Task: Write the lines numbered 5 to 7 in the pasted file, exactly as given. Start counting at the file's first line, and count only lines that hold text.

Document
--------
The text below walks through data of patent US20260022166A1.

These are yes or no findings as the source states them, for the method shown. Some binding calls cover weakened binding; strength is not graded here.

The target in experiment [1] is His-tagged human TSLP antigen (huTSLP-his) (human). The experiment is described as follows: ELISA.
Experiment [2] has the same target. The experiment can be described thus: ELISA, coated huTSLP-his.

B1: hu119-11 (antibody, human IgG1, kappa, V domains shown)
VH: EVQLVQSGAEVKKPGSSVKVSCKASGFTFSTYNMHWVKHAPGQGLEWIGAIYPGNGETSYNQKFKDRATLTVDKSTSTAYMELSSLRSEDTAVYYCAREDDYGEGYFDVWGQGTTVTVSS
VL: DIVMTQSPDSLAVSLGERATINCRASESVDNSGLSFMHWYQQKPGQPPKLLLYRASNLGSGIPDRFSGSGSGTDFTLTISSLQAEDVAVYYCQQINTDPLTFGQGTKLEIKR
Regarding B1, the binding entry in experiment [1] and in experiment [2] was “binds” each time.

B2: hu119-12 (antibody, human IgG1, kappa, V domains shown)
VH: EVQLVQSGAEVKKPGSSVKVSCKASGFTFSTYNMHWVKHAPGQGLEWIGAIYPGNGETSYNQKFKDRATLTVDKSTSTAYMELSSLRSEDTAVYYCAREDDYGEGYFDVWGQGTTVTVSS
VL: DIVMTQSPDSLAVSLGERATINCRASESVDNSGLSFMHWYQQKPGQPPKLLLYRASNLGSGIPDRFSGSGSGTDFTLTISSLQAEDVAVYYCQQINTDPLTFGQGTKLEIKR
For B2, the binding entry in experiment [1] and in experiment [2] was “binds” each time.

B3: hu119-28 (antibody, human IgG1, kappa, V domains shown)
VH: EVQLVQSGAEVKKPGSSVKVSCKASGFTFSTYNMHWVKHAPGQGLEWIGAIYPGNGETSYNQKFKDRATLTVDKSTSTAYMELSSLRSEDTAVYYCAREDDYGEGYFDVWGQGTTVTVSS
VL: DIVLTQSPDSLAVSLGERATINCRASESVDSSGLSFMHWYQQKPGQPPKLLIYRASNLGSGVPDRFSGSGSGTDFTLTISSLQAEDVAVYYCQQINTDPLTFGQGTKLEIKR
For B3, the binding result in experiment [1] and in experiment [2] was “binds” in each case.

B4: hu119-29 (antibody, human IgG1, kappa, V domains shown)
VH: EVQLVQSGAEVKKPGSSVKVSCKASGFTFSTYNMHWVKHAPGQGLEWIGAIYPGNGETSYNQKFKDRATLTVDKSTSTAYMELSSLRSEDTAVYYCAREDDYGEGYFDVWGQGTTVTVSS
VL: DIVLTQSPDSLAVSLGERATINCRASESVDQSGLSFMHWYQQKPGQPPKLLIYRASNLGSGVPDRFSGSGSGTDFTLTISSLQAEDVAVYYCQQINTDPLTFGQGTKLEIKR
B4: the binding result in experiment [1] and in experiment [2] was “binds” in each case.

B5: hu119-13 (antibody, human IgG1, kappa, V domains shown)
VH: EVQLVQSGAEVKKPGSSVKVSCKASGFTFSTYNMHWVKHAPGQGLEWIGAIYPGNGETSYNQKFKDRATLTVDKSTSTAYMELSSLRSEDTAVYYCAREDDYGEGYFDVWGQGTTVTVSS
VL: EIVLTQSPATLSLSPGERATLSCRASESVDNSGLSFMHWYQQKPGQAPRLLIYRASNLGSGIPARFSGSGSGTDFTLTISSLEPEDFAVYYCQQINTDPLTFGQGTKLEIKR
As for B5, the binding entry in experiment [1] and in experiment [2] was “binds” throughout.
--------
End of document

B1: hu119-11 (antibody, human IgG1, kappa, V domains shown)
VH: EVQLVQSGAEVKKPGSSVKVSCKASGFTFSTYNMHWVKHAPGQGLEWIGAIYPGNGETSYNQKFKDRATLTVDKSTSTAYMELSSLRSEDTAVYYCAREDDYGEGYFDVWGQGTTVTVSS
VL: DIVMTQSPDSLAVSLGERATINCRASESVDNSGLSFMHWYQQKPGQPPKLLLYRASNLGSGIPDRFSGSGSGTDFTLTISSLQAEDVAVYYCQQINTDPLTFGQGTKLEIKR